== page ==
Re: Arguments from Nonexistence
Wed, 13 Jan 1999 18:59:35 -0800 (PST)

On Wed, 13 Jan 1999, Robin Hanson wrote:

> Dale C wrote:
> >It cannot be emphasized enough that an entity that never exists does not
> >"miss" the life it hasn't attained, and that taking its fictional
> >"desires" into account when making moral calculations seems to
> >overcomplicate an already breathtakingly complicated business.
> I don't see that introducing this specific consideration makes the difference
> between complex but manageable calculations and unmanageable calculations.
> So I don't see why we should reject this consideration on such grounds.

It is a tricky enough business to negotiate among the contending ends of existing entities. Even under the best circumstances I don't know if I would describe these calculations as "manageable" exactly. Just as "necessary." It is not clear to me how it can be helpful to introduce our projections about the ends of fictional potential entities to the mix. Am I misunderstanding your point? In any case, even if this added and unecessary complication of ethical deliberation is an insufficient ground to reject such a consideration, there are additional questions about how and why and when one should weight the ends of these actual and potential entities over one another in ethical deliberations.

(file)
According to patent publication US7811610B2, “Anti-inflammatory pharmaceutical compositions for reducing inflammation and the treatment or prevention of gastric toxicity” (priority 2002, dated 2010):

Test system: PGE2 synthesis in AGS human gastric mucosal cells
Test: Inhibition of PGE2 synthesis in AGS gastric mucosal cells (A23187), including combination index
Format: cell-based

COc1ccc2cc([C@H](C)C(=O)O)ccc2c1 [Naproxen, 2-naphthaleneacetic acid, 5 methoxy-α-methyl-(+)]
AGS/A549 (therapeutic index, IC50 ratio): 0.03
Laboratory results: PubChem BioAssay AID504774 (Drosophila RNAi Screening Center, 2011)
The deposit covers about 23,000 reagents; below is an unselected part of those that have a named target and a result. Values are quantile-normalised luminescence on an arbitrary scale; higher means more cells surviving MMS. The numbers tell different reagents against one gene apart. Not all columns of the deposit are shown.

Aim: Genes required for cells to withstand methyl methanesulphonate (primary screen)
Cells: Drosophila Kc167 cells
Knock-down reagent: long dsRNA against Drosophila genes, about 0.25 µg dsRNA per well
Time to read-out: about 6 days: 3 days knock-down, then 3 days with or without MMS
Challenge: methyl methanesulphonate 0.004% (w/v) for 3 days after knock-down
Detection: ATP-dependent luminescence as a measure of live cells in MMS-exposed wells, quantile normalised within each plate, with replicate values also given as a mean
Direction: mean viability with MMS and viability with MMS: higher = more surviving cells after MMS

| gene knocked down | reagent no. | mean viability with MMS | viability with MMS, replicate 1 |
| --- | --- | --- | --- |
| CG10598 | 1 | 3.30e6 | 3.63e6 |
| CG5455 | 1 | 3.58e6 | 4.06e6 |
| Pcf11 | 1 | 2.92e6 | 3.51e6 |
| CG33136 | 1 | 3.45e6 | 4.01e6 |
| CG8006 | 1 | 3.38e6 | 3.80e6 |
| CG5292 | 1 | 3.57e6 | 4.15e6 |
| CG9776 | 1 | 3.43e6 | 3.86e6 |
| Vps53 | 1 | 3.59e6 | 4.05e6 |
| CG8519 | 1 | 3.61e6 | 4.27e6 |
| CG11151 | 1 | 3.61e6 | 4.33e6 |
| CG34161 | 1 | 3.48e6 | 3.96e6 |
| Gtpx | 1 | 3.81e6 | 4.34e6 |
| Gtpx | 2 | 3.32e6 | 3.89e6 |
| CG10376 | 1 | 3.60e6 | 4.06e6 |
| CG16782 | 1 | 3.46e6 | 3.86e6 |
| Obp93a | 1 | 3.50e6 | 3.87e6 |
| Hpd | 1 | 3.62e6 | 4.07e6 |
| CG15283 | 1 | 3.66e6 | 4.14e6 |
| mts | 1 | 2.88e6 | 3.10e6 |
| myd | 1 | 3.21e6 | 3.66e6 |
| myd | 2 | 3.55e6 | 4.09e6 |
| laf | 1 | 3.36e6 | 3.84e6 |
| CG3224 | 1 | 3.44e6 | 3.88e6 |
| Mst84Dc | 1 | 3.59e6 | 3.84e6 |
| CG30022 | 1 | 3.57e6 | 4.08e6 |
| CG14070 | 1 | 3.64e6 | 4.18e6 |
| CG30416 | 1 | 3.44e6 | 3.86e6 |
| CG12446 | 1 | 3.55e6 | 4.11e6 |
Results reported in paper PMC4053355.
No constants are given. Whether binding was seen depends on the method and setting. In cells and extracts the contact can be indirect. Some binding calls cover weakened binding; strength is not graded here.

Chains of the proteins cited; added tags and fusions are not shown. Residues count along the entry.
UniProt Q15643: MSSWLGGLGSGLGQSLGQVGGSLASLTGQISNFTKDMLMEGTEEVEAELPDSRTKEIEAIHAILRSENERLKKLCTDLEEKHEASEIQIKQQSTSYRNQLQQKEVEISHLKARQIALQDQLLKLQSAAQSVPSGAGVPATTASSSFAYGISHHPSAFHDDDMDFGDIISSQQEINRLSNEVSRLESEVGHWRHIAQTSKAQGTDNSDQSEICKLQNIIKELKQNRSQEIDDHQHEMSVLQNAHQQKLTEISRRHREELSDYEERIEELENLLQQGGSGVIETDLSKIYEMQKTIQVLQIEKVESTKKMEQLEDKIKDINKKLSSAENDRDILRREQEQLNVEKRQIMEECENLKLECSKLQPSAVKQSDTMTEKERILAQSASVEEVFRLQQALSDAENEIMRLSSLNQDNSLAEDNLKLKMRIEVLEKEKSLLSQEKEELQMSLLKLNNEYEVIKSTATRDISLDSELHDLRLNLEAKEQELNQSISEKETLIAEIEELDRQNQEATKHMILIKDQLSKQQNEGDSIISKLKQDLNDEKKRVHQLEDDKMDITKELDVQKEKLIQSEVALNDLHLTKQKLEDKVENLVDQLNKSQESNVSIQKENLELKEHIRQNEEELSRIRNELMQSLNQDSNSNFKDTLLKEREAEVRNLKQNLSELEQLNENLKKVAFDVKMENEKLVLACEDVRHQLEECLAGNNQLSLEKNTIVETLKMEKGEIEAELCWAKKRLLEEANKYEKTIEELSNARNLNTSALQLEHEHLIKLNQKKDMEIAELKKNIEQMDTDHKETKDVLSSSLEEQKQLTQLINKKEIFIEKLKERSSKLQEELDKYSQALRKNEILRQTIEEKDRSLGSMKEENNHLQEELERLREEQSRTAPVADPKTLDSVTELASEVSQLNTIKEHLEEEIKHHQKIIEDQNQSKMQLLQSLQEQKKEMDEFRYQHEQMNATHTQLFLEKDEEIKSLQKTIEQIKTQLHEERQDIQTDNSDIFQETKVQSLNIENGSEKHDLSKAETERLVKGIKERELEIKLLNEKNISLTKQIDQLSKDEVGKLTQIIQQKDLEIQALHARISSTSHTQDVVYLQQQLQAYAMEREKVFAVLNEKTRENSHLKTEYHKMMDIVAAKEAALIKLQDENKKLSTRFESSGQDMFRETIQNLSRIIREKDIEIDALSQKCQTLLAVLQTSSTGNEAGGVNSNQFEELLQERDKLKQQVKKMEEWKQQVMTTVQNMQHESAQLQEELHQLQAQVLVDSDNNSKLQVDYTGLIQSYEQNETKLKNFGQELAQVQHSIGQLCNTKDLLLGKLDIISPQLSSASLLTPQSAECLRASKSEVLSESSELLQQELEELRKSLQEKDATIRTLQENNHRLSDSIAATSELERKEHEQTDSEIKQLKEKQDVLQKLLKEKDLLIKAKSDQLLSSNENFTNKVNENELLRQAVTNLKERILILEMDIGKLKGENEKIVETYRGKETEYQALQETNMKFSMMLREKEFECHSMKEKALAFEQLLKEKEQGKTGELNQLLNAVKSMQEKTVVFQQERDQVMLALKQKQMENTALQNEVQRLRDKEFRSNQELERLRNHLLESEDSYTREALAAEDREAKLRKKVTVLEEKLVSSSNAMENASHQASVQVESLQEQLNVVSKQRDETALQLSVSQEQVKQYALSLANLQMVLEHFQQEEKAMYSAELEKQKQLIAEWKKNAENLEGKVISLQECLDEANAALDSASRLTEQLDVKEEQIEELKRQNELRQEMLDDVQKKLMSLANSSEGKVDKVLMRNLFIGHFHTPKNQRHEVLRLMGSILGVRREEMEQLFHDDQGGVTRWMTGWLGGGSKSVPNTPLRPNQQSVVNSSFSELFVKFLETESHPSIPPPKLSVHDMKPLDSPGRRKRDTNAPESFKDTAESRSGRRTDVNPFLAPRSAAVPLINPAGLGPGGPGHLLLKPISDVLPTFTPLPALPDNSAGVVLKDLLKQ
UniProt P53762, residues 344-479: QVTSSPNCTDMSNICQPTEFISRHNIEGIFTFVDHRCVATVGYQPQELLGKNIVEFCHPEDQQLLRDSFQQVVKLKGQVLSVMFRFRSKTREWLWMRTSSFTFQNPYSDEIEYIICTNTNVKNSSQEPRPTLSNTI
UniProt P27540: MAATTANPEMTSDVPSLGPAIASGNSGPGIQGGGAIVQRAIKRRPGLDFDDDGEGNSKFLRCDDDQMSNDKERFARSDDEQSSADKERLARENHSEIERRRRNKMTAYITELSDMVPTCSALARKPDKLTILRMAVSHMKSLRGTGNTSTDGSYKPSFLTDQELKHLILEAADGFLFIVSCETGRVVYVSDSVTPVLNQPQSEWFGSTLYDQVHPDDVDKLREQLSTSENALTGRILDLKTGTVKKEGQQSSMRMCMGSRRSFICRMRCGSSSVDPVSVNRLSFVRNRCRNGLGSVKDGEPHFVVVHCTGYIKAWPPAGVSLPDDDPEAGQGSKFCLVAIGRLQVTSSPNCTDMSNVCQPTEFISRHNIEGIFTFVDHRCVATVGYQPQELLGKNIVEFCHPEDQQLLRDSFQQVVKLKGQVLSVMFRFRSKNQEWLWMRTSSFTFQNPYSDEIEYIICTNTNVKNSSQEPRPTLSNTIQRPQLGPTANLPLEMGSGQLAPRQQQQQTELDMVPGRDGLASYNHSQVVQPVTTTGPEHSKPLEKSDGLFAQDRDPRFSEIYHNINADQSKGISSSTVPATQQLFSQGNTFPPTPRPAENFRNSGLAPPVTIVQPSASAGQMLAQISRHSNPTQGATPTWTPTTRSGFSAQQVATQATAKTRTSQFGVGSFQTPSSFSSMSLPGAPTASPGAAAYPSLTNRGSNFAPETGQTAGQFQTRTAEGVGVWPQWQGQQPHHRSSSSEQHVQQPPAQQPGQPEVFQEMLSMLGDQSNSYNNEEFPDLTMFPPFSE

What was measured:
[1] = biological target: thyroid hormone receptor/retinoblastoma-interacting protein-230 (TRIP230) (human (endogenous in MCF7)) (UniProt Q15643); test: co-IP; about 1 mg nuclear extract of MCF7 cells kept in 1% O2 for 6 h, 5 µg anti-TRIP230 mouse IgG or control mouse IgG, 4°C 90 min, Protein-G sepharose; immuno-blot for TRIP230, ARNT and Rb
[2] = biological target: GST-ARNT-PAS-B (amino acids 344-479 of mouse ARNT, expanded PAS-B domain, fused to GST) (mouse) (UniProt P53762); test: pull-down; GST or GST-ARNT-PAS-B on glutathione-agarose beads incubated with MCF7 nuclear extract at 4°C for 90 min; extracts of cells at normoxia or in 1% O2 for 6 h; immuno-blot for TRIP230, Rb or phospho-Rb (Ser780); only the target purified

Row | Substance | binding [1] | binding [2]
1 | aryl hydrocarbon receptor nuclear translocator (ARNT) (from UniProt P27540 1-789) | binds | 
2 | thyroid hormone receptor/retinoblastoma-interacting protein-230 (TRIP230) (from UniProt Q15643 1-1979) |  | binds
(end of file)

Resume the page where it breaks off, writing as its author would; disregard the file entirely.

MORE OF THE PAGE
> Regarding the fictionality of desires, consider the view that me-today
> and me-tommorow are two different but closely related creatures. If you
> suddenly and without warning killed me, you might argue that me-tommorow
> became a fictional creature whose desire to live is irrelevant. And you
> didn't hurt me-today, except via his altruism toward me-tommorow.

You will be unsurprised to hear that I wouldn't argue this. If you-today are in the process of committing suicide, because you are suffering the extreme irremediable pain of some terminal condition, say, should I frustrate your effort on the assumption that you-tomorrow might regret being dead? Should I privilege the you-tomorrow who would regret your decision over the you-tomorrow who would not regret it and simply try again? On what grounds? And anyway, it seems to me that there is a sufficiently nontrivial ethical difference *between* the difference between you-today and you-tomorrow on the one hand, and you-sloshing-about-the-womb-a-week-after-conception and you-today on the other hand, that I don't know how clarifying it is to the issue at hand to make too much of this analogy. The ontic difference between the "disappointed" piglet that never has a shot at existence and the discomfited piglet in the slaughterhouse seems to me a grander one than the simple difference between a piglet-today and that piglet-tomorrow as he makes his way in the world.

Best, Dale

	  	   Dale Carrico |
	  University of California at Berkeley, Department of Rhetoric